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article imageOracle's new database uses AI to keep itself secure

By James Walker     Oct 2, 2017 in Technology
Oracle has announced a new automated database technology that uses AI to automatically install updates, detect threats and run optimisations. The system is supposed to take the pain out of database management, letting developers concentrate on their apps.
The technology, called Oracle Autonomous Database Cloud, was announced at the company's OpenWorld conference in San Francisco during the weekend. The event saw Oracle CEO Larry Ellison introduce several new database products described by the company as "revolutionary." Autonomous Database Cloud is possibly the most innovative of the services unveiled.
An end to database headaches?
The autonomous aspects of the database management system (DBMS) are supposed to address some of the biggest headaches around traditional DBMS platforms. Databases can be difficult to upgrade and patch as they scale, providing a point of entry for attacks and risking data theft. Most databases are still manually upgraded, requiring downtime for the application they support and opening the door to human error. A single malformed database command could cause catastrophic data loss.
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Oracle's Autonomous Cloud uses AI to solve some of these issues. The database can automatically upgrade itself and then tune its performance once installed. The company claimed that annual downtime could be reduced to just 30 minutes, allowing businesses to maximise the time their apps can create revenue. The risk of human error is eliminated and the AI ensures the database is properly protected against external impostors.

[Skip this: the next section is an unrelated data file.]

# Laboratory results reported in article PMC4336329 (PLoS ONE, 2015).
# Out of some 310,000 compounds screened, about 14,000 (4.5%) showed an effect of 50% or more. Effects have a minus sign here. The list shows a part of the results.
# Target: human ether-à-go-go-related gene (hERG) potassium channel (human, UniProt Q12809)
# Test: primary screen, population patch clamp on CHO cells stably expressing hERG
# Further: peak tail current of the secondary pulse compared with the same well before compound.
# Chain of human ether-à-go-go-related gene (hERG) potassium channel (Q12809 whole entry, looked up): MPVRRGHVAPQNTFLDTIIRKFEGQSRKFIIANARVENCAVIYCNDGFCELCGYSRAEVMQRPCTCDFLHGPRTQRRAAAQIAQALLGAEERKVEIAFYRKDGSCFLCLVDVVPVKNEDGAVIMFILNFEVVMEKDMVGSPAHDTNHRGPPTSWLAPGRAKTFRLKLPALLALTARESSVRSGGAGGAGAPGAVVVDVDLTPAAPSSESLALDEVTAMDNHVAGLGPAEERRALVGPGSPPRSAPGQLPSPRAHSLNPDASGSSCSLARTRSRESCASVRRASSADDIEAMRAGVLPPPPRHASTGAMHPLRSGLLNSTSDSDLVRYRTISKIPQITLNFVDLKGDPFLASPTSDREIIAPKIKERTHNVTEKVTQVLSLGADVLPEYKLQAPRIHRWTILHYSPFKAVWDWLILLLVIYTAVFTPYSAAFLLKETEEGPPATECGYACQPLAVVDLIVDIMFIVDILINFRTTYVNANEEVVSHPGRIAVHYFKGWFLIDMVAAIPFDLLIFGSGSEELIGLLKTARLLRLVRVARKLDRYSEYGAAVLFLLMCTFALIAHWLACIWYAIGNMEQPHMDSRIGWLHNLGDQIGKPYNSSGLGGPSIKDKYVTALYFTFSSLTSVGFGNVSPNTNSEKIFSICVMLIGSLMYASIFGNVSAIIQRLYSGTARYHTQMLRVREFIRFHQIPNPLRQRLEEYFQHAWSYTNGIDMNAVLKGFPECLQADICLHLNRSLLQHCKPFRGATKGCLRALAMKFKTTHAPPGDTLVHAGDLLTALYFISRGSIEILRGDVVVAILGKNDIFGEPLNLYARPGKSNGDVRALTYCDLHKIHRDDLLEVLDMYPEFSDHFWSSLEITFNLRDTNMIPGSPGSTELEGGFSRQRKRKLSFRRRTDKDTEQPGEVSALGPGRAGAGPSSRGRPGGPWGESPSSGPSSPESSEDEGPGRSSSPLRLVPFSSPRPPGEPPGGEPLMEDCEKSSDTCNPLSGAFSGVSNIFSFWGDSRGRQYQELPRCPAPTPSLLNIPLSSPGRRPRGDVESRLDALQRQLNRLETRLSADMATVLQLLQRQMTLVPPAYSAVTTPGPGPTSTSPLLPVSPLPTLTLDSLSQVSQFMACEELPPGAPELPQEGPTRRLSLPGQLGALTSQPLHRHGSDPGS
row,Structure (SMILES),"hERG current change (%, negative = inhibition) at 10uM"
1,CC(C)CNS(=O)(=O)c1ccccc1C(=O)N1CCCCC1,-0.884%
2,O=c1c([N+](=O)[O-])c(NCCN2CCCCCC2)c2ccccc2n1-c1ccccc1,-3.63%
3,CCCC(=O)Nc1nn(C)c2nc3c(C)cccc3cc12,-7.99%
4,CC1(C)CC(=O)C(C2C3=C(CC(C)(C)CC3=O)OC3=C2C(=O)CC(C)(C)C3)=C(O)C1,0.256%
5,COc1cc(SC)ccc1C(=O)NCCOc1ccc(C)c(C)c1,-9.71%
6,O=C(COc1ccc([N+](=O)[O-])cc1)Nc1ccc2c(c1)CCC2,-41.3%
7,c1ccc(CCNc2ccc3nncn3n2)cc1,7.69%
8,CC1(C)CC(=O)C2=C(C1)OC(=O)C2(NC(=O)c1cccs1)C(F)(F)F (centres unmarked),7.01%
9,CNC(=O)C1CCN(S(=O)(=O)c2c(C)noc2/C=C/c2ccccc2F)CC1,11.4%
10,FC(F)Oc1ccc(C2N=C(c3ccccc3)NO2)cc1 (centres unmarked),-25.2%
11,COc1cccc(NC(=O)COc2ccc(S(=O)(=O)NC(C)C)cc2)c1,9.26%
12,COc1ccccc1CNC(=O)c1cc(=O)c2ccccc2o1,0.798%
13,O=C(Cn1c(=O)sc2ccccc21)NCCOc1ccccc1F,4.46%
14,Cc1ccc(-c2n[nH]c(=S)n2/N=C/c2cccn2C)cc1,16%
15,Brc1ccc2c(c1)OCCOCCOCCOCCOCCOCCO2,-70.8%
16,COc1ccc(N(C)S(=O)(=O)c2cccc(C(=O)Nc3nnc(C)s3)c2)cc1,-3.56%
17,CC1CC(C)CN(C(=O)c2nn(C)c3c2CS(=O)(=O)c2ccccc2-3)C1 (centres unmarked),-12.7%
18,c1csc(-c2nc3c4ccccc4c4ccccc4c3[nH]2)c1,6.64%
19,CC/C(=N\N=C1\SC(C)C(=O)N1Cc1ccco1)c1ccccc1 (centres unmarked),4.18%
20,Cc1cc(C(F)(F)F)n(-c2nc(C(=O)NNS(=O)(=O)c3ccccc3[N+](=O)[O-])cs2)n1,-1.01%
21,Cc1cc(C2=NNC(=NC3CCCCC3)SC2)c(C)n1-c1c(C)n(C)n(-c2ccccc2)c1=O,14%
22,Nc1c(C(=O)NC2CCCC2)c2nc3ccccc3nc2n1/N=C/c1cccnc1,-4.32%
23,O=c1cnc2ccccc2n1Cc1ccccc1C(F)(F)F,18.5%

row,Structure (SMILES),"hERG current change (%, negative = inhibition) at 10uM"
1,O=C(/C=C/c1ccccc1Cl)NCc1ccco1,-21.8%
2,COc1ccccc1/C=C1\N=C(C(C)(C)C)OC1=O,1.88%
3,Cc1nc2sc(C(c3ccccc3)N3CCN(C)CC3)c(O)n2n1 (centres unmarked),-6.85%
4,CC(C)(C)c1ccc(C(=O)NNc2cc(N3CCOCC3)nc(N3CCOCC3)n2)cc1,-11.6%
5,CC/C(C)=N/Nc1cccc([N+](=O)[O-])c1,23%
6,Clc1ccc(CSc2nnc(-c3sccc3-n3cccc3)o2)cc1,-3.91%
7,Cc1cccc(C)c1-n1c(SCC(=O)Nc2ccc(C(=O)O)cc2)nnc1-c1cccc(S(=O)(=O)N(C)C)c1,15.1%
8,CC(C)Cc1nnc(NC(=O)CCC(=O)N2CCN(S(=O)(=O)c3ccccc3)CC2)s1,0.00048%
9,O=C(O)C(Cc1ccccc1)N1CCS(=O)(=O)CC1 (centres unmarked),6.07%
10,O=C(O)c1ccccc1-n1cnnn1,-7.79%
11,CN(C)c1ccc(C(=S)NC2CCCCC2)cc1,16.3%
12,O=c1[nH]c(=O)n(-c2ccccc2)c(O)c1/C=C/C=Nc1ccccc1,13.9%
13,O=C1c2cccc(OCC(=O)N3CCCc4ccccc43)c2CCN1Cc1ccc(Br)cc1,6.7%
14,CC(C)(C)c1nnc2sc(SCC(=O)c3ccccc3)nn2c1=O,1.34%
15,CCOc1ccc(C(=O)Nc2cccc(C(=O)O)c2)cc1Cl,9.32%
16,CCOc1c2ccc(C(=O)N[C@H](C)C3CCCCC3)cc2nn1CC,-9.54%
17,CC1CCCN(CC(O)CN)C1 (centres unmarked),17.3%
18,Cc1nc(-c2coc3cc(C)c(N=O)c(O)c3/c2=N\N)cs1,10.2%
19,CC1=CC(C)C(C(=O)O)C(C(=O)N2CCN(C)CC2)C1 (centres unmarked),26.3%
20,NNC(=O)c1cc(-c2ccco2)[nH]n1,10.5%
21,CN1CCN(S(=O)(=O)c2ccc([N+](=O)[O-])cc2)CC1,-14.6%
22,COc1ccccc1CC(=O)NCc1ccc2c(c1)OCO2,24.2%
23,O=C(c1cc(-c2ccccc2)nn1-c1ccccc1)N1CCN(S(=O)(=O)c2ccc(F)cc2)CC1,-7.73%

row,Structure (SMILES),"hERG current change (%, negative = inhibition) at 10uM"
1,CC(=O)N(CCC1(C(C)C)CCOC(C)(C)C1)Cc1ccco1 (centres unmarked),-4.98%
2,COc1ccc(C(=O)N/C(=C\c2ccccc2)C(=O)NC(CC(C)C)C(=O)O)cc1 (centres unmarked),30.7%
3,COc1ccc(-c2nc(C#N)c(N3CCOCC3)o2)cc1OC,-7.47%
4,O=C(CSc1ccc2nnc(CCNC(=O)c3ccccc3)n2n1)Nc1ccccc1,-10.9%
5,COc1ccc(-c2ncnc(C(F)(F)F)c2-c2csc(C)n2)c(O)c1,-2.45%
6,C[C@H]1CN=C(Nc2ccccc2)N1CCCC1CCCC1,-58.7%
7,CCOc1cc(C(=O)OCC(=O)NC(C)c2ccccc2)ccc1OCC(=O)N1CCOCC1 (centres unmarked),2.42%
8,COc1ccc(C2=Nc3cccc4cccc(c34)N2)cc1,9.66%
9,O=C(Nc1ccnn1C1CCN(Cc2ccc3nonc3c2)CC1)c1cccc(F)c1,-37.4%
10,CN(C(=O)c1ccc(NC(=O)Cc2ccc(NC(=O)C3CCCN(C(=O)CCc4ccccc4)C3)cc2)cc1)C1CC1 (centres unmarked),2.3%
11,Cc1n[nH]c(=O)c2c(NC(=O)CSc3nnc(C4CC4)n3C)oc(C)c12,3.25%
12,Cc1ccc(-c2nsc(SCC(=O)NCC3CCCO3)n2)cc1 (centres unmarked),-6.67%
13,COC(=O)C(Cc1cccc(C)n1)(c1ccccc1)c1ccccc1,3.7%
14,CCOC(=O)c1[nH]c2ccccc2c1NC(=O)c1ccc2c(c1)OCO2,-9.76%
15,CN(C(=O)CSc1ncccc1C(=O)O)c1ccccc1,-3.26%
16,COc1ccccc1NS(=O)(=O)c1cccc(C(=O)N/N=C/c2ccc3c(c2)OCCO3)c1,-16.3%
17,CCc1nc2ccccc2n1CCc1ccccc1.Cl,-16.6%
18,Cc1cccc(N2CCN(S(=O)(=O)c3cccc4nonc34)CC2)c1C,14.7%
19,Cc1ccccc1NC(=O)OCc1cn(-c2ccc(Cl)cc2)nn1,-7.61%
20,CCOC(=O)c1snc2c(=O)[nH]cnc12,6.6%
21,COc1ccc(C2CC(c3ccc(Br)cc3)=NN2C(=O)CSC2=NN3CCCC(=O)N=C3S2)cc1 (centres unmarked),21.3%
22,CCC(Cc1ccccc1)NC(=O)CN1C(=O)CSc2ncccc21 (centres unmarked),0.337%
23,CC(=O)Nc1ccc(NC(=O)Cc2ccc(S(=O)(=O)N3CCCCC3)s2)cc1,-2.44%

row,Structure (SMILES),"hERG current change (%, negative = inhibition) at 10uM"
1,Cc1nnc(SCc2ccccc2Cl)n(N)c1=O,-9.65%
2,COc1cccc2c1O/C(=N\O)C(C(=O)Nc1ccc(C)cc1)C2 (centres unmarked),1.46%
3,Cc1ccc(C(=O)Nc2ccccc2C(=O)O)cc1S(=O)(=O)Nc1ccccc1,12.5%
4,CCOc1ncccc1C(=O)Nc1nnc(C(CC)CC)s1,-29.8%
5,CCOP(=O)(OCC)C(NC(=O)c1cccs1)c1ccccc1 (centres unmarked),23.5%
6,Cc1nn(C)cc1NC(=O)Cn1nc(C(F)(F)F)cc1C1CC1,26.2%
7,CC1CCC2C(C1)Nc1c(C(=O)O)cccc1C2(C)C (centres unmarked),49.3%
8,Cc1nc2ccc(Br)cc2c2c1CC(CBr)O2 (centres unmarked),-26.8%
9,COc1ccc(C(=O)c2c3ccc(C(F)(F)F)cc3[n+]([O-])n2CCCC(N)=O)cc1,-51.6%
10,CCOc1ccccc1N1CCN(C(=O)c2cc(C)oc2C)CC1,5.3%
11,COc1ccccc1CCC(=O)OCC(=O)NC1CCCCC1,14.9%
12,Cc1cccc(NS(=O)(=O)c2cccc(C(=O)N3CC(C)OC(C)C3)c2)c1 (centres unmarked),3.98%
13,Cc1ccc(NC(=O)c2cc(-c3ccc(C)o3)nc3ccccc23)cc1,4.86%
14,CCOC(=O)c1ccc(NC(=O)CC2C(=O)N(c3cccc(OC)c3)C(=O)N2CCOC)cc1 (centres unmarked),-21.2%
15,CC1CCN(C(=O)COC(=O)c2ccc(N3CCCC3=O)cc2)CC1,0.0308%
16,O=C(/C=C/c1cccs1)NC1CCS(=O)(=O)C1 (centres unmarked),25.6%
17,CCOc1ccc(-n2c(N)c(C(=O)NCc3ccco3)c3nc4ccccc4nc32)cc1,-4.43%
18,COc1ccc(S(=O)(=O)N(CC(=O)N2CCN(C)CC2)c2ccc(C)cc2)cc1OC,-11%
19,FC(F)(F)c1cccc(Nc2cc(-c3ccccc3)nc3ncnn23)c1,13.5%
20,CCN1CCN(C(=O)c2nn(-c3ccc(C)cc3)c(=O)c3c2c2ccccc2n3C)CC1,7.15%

"Oracle Autonomous Database Cloud eliminates the human labor required to manage a database by enabling a database to automatically upgrade, patch and tune itself while running," said Oracle. "With no more scope for human error or requirements for human performance testing, Oracle is able to minimize costly planned and unplanned downtime to less than 30 minutes a year and guarantee that organizations can cut their costs in half compared to Amazon."
Oracle sets sights on Amazon
Much of the rest of Oracle's keynote was spent on an all-out attack against cloud rival Amazon. Oracle announced a slew of new technologies which it claims offer significantly enhanced performance than Amazon's while costing less to run.
Autonomous Cloud is one of the pillars Oracle's using to fend off Amazon, claiming it's five to eight times less expensive to maintain than an Amazon database running the same workload. Ellison also pointed out that many of Oracle's competitors use its own technology, stating Amazon is "one of the biggest Oracle users on the planet Earth."
David and Goliath
While the language is confident, Oracle is having to respond to the industry shift towards providers like Amazon. Amazon is by far the biggest provider, with over 40 percent of the market. Microsoft comes second, with 10 percent share, followed by everyone else. If Oracle needs a new technology to attract customers, Autonomous Database Cloud seems like it's the one to take on the task though.
Proactive and automated software maintenance systems are expected to be one of the next big demands of cloud companies, letting developers focus on the future without being held back by legacy systems. Offering to solve the challenge of keeping databases secure could give Oracle a strong footing in the next stage of the cloud wars. AI-powered systems maintenance is just around the corner and it seems Oracle's now the first large-scale provider to offer it, although Amazon and Microsoft are unlikely to be far behind.
More about Oracle, Cloud, Ai, Artificial intelligence, Databases
 
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